English scenery and costume designer Oliver Messel (1905–78) was one of the most celebrated theatre designers of the mid-20th century. His designs for the landmark production by Sadler's Wells Ballet (later The Royal Ballet) of The Sleeping Beauty (1946) are considered his masterpiece, and were revived for the Company's 2006 production. His other designs for The Royal Ballet were Ninette de Valois' The Rake's Progress (1935) and Frederick Ashton's Homage to The Queen (1953). He was a prolific designer in theatre and opera, and for the Covent Garden Opera Company (later The Royal Opera) created designs for The Magic Flute (Malcolm Baker-Smith, 1947), The Queen of Spades (Michael Benthall, 1950) and Samson (Herbert Graf, 1958).
Messel was born in Cuckfield and studied at Eton and the Slade School of Fine Art. He began his career as a portrait painter. His first theatre commission was creating masks for Leonid Massine's Zéphire et Flore (1925) for the Ballets Russes' London performances. The following year he received his first commission from producer Charles B. Cochrane, with whom he would continue to work for a number of years. He designed his first full-length ballet in 1937, for David Lichine's Francesca da Rimini. Throughout the following decades he won renown for his opulent and imaginative sets for ballet, opera and theatre.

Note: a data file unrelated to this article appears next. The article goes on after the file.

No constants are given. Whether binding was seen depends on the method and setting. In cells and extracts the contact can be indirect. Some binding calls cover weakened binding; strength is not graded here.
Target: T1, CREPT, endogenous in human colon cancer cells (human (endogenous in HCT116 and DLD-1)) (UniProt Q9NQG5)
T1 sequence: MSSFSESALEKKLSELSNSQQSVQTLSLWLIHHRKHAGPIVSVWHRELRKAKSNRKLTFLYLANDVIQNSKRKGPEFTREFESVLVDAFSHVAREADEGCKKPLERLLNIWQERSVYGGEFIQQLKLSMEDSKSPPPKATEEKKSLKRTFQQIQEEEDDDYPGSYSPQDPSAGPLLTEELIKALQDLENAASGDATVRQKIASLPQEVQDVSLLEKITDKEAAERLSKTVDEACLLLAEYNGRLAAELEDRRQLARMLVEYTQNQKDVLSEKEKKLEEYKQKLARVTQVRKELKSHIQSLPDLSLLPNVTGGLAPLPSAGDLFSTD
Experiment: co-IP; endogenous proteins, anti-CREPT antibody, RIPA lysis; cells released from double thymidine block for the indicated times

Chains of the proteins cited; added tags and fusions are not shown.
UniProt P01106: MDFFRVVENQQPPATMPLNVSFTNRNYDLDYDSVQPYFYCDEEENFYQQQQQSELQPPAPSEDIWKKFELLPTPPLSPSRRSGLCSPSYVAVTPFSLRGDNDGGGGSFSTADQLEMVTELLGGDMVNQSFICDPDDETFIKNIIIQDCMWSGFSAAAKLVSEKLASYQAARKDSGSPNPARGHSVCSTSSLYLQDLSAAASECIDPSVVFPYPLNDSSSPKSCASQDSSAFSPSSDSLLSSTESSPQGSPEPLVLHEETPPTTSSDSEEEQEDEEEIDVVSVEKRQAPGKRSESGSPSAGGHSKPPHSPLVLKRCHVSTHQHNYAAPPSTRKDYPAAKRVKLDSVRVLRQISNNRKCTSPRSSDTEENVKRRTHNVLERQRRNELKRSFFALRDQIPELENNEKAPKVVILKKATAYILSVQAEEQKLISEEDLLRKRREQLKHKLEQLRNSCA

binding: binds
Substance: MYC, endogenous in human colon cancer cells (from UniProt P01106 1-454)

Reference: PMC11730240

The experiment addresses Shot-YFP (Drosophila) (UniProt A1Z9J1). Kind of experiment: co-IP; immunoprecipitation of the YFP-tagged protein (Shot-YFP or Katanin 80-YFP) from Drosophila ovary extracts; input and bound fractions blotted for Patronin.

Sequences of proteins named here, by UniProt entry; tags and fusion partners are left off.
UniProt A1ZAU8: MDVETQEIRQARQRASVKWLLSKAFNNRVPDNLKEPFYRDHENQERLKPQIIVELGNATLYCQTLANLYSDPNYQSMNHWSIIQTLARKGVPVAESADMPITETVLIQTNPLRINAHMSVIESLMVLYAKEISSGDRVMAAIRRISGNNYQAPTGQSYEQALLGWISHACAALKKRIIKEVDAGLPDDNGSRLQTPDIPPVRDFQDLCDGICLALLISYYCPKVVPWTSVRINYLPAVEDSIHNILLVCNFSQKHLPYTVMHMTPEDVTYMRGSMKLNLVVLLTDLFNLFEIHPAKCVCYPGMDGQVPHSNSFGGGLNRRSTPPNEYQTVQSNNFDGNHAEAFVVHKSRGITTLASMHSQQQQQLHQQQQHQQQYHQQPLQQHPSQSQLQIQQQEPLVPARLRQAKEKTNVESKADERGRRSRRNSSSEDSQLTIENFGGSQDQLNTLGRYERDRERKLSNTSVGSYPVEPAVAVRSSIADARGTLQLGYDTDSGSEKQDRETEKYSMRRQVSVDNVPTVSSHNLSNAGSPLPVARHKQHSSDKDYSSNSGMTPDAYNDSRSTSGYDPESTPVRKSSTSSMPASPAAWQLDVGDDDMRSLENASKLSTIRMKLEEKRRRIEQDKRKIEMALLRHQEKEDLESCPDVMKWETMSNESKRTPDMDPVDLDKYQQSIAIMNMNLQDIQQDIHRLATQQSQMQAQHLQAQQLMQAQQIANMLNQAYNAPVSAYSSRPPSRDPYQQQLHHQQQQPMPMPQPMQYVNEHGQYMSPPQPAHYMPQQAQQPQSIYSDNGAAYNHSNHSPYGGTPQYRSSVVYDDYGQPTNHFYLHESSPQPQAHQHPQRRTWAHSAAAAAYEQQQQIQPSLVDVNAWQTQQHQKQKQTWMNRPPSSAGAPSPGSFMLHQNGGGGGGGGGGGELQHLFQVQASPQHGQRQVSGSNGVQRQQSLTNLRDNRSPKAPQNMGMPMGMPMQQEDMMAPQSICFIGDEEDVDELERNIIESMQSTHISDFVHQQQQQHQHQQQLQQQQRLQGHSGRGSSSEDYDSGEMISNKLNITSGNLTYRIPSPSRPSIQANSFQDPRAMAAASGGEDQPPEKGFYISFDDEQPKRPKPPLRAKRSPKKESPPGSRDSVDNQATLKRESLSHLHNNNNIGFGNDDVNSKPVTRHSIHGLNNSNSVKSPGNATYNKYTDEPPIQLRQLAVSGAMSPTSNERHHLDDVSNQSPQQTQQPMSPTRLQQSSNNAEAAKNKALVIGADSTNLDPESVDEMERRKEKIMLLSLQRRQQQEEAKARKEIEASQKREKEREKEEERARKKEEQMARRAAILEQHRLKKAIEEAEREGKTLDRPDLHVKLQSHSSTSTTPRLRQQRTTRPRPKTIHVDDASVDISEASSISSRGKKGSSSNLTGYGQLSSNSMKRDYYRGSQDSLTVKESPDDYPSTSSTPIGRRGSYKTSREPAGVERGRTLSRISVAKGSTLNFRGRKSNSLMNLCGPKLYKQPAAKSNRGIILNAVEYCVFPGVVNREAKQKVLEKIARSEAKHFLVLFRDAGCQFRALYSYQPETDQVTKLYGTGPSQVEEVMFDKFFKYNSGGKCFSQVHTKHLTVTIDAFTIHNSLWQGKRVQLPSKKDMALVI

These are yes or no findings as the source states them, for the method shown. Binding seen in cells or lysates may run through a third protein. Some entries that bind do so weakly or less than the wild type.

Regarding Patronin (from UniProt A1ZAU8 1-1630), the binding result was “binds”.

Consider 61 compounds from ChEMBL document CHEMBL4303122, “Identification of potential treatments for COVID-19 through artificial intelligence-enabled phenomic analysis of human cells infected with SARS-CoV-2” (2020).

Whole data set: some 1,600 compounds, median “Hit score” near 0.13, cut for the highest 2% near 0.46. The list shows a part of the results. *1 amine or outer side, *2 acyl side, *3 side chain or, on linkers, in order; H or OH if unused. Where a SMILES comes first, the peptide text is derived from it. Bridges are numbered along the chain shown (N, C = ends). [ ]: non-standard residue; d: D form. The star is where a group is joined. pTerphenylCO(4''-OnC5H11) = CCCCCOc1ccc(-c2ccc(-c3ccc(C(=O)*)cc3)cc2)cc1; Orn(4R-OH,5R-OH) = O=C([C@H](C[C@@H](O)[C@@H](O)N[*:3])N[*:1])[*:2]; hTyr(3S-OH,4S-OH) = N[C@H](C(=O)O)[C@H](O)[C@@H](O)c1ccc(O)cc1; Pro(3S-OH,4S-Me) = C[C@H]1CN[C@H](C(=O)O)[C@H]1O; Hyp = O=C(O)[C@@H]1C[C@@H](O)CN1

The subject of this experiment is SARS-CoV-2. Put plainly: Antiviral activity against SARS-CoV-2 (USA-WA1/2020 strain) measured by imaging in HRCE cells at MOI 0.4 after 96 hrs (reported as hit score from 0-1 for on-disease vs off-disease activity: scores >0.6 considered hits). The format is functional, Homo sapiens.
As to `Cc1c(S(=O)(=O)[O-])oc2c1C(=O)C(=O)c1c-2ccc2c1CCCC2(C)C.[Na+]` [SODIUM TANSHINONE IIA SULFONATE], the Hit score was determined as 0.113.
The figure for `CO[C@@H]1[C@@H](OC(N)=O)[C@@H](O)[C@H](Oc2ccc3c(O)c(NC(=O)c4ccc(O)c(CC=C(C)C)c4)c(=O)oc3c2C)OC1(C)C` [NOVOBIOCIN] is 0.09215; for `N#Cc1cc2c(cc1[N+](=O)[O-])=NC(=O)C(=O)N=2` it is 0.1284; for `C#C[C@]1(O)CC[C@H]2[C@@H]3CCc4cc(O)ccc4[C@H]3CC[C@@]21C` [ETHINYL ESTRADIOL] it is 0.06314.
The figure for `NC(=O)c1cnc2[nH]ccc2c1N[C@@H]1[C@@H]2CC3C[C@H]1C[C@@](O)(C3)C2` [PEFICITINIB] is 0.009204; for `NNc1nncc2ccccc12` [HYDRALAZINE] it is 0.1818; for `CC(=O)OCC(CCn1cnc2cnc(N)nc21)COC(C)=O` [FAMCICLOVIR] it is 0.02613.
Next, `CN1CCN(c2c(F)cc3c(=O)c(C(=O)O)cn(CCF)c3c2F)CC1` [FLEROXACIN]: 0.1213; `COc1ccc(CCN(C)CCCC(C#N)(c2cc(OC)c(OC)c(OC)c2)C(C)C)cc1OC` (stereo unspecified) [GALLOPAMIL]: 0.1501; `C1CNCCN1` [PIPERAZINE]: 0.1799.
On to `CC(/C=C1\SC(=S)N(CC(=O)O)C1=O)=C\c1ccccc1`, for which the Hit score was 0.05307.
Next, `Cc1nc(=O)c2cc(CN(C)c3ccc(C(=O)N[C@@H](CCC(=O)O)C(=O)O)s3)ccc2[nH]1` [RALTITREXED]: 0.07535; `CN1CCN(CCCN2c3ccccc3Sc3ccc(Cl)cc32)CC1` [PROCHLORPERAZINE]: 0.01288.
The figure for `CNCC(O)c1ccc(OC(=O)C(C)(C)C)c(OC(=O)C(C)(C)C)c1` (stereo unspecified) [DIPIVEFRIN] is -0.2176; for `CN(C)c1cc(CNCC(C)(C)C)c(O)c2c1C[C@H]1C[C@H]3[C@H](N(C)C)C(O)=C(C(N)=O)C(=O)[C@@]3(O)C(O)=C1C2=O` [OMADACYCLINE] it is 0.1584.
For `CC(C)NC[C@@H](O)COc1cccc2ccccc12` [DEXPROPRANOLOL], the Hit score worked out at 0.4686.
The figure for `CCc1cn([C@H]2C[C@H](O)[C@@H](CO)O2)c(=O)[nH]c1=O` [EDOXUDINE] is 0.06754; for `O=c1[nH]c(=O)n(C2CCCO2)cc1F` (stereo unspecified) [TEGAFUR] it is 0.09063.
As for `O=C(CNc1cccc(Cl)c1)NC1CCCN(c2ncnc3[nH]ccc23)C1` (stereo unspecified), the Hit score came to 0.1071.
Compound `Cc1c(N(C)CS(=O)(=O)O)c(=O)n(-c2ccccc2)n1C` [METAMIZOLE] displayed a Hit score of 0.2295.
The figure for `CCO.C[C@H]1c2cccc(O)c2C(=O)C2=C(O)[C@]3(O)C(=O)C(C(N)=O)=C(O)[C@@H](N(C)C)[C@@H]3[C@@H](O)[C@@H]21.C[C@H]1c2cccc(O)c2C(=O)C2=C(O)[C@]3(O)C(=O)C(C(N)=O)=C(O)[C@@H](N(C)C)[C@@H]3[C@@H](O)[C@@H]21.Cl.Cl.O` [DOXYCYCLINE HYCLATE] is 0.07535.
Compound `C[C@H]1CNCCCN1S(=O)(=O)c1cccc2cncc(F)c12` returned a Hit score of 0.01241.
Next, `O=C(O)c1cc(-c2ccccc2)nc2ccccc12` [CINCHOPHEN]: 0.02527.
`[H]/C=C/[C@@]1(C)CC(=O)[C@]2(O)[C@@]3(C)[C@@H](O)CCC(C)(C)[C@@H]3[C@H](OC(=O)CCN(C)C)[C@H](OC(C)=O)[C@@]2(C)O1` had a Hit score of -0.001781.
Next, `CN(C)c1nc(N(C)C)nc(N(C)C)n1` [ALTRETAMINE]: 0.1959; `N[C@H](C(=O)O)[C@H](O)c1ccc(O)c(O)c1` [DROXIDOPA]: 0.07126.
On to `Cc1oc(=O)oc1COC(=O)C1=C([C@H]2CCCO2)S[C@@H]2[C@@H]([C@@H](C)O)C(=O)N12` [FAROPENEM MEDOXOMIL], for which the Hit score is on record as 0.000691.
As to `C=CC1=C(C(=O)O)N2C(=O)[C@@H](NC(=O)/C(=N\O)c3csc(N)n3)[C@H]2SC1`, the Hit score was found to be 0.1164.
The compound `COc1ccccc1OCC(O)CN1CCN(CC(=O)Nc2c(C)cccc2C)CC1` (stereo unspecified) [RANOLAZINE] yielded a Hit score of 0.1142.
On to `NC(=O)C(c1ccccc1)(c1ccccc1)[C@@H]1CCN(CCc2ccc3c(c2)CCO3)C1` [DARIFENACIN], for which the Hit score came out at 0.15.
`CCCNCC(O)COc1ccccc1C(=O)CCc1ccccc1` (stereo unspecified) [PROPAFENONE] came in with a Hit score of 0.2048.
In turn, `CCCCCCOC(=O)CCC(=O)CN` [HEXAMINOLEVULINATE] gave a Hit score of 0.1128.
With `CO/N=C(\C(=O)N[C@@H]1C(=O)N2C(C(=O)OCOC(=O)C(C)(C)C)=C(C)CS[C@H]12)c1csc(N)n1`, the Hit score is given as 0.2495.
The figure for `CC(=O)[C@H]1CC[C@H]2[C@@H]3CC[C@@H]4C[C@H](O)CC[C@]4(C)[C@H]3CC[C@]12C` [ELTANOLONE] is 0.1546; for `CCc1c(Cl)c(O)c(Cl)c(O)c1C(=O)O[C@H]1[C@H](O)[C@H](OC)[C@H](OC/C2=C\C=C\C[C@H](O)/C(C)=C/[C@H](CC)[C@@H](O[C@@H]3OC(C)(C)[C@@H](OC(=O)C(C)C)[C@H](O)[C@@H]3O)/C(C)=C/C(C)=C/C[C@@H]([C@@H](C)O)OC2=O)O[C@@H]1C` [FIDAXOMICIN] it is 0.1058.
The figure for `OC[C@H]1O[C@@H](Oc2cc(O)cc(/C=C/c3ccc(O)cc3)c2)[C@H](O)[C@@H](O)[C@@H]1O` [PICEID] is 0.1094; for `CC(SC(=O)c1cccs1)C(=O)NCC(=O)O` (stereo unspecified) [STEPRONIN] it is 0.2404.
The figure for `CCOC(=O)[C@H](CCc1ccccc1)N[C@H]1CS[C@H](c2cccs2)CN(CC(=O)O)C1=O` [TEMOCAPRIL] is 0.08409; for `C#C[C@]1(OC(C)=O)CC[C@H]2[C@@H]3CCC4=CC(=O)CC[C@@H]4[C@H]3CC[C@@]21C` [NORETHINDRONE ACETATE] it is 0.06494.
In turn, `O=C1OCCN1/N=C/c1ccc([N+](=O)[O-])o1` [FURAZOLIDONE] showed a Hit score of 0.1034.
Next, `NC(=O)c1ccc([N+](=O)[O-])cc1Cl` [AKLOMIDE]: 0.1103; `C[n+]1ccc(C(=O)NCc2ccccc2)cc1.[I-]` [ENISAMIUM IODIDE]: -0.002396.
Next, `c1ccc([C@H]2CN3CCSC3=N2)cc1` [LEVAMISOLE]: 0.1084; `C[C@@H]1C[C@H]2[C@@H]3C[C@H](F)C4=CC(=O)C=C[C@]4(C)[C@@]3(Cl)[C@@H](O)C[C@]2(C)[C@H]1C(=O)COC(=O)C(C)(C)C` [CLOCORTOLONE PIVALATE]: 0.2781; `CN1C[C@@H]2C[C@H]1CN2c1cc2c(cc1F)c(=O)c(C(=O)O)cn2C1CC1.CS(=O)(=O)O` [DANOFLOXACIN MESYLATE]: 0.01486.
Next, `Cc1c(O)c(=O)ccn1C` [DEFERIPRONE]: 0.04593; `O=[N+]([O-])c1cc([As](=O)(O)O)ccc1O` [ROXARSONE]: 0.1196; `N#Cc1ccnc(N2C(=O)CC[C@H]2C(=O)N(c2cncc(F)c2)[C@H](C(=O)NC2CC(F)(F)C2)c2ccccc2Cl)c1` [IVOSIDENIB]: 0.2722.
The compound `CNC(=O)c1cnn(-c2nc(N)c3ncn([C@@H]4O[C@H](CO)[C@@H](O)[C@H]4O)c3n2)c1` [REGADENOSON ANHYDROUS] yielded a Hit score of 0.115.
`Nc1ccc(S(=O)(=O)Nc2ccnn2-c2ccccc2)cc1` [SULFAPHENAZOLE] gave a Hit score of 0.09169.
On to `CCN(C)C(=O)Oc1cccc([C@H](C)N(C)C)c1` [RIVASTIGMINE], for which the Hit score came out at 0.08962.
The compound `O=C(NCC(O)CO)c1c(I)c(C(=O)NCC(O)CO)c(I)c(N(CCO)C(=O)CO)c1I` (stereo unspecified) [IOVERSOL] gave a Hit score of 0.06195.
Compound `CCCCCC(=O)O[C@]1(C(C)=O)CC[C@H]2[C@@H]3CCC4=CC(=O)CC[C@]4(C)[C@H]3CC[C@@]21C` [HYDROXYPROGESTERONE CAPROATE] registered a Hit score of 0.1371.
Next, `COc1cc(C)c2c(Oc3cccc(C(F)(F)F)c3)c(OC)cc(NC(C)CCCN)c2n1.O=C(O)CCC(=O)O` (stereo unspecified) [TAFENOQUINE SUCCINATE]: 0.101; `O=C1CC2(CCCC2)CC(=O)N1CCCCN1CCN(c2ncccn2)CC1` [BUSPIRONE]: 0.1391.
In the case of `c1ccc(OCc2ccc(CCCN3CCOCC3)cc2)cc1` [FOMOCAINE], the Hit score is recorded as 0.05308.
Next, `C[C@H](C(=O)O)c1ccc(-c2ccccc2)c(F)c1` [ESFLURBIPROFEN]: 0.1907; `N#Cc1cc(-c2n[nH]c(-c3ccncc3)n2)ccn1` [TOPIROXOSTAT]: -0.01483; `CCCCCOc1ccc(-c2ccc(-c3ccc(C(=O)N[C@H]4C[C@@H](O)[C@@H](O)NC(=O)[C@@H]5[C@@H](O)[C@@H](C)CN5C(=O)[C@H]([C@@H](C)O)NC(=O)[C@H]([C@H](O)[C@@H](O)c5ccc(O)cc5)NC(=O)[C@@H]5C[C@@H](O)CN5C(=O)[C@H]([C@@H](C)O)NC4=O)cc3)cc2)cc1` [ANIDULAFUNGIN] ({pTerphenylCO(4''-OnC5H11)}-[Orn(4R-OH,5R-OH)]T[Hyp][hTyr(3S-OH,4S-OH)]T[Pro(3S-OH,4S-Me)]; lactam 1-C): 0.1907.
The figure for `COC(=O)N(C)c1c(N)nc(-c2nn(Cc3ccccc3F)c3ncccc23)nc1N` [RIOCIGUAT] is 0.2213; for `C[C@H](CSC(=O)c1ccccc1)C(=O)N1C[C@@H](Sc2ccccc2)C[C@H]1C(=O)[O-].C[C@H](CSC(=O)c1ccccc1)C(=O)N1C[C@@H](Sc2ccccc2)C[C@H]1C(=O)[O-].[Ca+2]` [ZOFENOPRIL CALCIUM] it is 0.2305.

After World War II, his career continued in Britain and the USA, where he also designed sets for numerous Hollywood films, including The Thief of Baghdad (1940) and Suddenly, Last Summer (1959).
News and features
19 March 2014
Another chance to see the backstage films screened as part of our 2014 live cinema relay.
20 February 2014
A closer look at the designer of an iconic Sleeping Beauty.
19 February 2014
A guide to The Royal Ballet's quintessential fairytale ballet.
26 October 2009
Celebrate the 2009 revival of The Sleeping Beauty with a guided tour of the original Oliver Messel tutus in ROH Collections.